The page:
The authors propose a convolutional dictionary model that captures relationships between spikes and LFP signals across multiple brain regions. Significant contributions are 1) the use of a clustering prior on the dictionary elements, 2) the ability to model dynamics of the dictionary elements, and 3) the corresponding mean-field variational inference procedure for the model.

The authors then present a multitude of results on two large datasets. They find that time-varying dictionary elements yield superior performance over static elements, and that the use of clustering allows for improved interpretability of the data.

In the novel environment experiment, they find that some dictionary elements change at the introduction to the new environment while others do not – and that the clustering reveals, for example, that a particular stable element is mostly associated with HP cells.


The authors show convincingly that clustering and dictionary dynamics offer significant improvements both in quantitative fit and qualitative interpretability over simpler spiking-to-LFP models. A strong point of the paper is the variety of results presented on both datasets, showcasing the utility of the method.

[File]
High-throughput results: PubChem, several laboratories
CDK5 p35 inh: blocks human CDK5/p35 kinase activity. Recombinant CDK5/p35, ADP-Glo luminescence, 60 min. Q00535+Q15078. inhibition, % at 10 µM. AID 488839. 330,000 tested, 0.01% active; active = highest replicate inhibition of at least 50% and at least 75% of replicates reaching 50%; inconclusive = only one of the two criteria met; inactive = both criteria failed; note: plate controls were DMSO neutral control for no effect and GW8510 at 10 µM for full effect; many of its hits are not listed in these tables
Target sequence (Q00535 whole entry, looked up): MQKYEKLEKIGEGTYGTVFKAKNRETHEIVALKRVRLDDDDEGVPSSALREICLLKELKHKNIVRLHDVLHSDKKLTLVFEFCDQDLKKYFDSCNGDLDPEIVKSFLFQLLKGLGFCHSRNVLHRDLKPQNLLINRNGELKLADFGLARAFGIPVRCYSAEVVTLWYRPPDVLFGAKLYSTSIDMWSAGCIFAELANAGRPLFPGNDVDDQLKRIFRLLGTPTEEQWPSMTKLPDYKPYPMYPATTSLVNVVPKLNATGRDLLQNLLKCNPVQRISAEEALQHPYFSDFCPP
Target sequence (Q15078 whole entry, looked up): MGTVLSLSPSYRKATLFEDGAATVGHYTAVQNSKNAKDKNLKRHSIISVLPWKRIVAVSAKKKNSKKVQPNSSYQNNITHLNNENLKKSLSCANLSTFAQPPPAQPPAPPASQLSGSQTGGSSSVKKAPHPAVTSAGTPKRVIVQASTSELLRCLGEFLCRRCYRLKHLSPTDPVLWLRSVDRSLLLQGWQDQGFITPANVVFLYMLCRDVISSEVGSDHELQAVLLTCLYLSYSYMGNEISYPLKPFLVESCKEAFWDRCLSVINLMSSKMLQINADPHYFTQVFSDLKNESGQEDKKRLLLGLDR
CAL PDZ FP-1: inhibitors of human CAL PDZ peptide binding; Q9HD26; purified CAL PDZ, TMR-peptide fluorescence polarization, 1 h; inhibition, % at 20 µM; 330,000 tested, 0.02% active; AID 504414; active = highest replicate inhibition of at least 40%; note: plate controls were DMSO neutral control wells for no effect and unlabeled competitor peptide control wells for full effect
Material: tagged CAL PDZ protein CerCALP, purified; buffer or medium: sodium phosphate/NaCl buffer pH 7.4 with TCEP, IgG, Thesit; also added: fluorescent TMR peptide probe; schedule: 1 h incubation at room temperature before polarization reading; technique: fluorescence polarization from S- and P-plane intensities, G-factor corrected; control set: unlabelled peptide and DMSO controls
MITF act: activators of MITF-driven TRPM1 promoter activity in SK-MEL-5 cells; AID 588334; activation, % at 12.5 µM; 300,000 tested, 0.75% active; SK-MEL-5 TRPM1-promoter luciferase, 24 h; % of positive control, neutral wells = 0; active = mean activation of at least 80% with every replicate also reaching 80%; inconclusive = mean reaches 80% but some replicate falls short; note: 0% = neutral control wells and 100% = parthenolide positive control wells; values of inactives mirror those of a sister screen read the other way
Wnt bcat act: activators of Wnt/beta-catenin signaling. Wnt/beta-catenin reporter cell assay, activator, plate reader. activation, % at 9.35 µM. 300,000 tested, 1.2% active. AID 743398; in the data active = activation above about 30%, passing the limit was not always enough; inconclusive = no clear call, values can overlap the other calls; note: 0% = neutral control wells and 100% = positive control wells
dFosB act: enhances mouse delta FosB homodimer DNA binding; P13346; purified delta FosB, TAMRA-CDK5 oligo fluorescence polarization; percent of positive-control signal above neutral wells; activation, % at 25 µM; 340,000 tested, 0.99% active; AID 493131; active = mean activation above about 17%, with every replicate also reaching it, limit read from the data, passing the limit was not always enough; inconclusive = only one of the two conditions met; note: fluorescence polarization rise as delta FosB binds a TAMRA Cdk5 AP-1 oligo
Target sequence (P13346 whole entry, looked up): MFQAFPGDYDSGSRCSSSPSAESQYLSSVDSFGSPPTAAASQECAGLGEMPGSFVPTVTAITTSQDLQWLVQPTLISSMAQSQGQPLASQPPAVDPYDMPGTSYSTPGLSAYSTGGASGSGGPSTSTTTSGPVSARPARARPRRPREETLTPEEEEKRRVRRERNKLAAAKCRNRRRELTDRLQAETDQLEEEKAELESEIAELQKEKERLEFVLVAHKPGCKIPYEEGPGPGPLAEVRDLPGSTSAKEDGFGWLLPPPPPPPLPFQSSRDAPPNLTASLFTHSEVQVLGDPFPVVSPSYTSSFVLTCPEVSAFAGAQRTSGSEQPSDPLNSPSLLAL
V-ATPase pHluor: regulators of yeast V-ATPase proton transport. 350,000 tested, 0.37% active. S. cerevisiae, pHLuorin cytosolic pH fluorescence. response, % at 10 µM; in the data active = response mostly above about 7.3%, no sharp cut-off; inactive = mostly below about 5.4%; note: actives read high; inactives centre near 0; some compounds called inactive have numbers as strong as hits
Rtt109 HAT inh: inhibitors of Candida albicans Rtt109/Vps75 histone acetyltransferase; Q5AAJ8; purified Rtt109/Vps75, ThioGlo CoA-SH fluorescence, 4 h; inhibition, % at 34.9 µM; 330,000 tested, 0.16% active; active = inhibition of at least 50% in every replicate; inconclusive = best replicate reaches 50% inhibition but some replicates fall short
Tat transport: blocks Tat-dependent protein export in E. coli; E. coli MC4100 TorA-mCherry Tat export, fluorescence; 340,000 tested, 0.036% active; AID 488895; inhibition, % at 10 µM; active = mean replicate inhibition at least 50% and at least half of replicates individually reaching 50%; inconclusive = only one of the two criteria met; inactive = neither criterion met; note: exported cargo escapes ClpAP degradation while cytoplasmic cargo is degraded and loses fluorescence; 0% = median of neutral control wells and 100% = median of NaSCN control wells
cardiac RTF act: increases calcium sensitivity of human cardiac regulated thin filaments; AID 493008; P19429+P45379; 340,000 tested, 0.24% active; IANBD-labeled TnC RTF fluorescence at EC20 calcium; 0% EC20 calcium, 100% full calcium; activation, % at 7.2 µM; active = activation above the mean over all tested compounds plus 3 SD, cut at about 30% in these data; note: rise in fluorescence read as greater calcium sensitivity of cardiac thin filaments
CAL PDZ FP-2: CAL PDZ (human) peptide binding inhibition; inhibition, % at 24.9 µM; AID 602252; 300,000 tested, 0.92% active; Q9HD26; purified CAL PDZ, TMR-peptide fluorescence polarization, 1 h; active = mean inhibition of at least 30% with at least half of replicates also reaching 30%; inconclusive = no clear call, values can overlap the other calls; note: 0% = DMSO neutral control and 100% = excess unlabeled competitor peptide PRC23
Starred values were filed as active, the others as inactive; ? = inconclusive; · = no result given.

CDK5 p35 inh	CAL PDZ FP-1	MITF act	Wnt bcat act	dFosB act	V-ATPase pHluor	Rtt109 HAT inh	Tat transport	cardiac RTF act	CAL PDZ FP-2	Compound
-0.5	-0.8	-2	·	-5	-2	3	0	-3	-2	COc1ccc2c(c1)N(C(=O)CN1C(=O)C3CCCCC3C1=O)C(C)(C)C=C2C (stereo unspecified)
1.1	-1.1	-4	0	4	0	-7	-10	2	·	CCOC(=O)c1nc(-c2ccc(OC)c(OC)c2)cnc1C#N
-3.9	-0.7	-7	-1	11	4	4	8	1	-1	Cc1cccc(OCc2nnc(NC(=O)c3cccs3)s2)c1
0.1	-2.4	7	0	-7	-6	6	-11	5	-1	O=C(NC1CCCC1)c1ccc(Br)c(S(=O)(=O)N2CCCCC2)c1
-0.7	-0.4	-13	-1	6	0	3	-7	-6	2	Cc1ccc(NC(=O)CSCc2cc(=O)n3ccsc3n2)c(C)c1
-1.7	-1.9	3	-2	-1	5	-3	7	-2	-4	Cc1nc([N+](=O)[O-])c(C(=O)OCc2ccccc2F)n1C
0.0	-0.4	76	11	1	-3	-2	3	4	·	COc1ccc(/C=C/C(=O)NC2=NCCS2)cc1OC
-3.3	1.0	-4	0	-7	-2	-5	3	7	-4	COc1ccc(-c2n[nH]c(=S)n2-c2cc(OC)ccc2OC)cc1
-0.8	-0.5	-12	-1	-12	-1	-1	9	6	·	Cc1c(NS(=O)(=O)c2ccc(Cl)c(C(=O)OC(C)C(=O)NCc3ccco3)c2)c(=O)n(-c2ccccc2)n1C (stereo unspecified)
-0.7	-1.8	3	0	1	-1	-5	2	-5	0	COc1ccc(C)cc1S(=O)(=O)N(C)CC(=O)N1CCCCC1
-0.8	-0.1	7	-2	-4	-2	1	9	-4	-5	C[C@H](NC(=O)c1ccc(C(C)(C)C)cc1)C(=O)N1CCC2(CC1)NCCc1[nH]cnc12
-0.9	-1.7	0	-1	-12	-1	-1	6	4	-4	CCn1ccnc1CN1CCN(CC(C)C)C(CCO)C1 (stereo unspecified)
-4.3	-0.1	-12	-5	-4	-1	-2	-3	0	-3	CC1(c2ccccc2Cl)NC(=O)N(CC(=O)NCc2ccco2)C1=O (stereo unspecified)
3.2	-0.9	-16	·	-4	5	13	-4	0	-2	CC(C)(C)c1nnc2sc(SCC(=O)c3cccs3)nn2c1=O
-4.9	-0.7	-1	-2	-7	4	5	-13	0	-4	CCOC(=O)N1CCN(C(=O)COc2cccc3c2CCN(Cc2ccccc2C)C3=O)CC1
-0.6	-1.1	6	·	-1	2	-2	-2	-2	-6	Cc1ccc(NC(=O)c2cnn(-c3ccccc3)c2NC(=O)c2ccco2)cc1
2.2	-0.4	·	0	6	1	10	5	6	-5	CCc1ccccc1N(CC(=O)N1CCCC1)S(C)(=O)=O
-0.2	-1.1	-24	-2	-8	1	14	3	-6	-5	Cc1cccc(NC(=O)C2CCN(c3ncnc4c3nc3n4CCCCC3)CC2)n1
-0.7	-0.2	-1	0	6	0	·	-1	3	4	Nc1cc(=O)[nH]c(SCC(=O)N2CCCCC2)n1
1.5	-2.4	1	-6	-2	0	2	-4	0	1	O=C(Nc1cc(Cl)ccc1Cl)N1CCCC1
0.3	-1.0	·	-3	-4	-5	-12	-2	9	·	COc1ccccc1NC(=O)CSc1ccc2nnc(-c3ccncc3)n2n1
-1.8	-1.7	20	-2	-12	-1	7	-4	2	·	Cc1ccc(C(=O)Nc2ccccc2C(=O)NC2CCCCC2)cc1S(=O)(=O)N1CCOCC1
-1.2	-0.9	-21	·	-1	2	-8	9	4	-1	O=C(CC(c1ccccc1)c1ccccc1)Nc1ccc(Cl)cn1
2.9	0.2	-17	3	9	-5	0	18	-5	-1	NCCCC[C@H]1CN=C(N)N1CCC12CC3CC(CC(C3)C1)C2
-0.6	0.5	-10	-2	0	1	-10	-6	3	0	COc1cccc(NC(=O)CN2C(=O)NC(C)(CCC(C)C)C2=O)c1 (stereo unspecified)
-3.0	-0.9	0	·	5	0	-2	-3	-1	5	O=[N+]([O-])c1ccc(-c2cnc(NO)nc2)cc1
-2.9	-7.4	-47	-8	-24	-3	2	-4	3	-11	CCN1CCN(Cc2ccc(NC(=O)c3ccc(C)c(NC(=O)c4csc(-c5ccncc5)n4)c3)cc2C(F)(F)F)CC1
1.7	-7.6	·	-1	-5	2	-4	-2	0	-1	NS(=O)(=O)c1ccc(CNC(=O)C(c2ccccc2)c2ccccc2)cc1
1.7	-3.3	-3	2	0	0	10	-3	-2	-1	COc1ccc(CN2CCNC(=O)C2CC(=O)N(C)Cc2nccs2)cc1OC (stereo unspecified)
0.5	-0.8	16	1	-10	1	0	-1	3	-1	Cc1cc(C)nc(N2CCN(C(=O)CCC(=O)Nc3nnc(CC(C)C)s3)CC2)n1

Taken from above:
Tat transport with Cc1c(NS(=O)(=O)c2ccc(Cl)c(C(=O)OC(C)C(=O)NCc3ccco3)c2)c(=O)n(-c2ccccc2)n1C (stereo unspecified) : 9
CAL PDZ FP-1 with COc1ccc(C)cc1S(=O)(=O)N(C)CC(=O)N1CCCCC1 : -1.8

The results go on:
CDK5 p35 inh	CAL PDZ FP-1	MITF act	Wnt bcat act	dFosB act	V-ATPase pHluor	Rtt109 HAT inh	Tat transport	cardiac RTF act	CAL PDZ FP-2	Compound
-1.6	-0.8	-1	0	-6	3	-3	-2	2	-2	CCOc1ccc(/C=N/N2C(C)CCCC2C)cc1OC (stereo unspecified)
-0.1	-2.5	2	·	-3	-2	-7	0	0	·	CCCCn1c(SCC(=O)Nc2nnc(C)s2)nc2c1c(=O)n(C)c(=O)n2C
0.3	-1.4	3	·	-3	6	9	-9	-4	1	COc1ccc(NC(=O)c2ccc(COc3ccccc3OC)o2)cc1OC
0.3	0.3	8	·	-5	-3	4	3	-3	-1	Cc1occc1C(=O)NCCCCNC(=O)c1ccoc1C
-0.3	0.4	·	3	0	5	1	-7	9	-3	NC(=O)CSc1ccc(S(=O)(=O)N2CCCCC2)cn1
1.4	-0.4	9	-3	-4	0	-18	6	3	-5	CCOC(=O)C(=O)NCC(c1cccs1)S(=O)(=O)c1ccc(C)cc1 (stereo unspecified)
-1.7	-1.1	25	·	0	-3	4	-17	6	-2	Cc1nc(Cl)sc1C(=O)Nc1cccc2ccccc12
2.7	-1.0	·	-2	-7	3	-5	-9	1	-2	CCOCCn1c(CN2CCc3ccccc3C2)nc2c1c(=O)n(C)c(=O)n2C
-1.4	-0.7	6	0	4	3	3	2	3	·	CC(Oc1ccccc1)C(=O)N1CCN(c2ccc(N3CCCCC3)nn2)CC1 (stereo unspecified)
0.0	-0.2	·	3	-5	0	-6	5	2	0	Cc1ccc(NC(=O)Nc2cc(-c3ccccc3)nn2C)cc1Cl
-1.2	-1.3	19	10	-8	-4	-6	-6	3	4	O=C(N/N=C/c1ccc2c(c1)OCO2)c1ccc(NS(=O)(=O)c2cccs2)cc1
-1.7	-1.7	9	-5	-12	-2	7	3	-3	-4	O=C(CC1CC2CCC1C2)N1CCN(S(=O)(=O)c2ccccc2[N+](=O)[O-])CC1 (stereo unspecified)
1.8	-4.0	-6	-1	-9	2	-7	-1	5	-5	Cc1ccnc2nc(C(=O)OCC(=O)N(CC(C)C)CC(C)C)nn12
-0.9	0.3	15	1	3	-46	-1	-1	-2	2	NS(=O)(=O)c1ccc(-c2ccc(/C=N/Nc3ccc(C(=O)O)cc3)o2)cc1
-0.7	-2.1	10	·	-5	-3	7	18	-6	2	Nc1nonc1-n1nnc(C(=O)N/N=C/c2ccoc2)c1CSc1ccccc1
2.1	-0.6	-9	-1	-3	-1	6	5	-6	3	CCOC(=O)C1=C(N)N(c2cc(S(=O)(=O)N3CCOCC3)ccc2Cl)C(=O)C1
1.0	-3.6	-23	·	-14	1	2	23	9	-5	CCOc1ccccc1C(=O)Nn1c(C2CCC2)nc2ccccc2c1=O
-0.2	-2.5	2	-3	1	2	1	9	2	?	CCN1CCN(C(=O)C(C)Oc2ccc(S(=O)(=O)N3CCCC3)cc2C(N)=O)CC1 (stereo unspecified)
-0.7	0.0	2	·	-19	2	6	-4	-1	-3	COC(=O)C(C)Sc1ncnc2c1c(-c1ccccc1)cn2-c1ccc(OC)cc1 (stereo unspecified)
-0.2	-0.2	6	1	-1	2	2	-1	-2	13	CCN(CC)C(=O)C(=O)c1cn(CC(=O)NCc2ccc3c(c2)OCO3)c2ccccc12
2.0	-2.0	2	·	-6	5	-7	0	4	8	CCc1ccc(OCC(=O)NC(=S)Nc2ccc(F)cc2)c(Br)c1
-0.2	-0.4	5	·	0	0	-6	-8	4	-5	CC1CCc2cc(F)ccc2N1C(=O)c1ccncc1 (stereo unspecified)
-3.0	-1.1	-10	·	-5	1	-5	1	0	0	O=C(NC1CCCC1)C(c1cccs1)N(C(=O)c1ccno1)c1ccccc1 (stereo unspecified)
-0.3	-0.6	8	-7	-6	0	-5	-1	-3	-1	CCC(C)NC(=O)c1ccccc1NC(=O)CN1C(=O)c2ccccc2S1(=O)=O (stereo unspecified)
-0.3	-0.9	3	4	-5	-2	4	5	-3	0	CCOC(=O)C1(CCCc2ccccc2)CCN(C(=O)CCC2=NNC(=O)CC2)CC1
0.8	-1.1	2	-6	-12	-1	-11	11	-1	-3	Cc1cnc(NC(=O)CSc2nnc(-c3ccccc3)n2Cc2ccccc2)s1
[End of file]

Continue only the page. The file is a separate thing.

The model choices are reasonable. For example, the observation that similar results were found for a wide range of Bs suggest that the choice of modeling the dynamics over large discrete bins is sensible.

With that said, what motivation is there for a first-order AR process over higher orders? This seems a stringent limitation on the dynamics of the dictionary elements.

The paper might benefit from a discussion on how both spiking and LFP signals change over the course of both experiments. That is, are the dynamics of the dictionary elements due to changes in spiking statistics, LFP signals, or both? The emphasis was on the changes in dictionary elements themselves, illustrating that it is the relationship between spikes and LFP that changes over the course of the experiment, but it might help to understand this point in relation to the spiking and LFP signals themselves.


This paper is exceptionally clear.

Small details:
- There is a mismatch in the text on page 6 and the corresponding figures 2 and 3 (text says thalamus LFP, figure says HP LFP, etc)
- best values not bolded in table 2.
- how many clusters are typically identified. E.g. figure 2 shows 3 of how many?


The method is original, and the authors present several original types of analyses one could perform with the method (e.g. see results in figure 3).


This work appears to offer significant improvements over previous methods, and has potential to see widespread use as multi-region datasets become more common.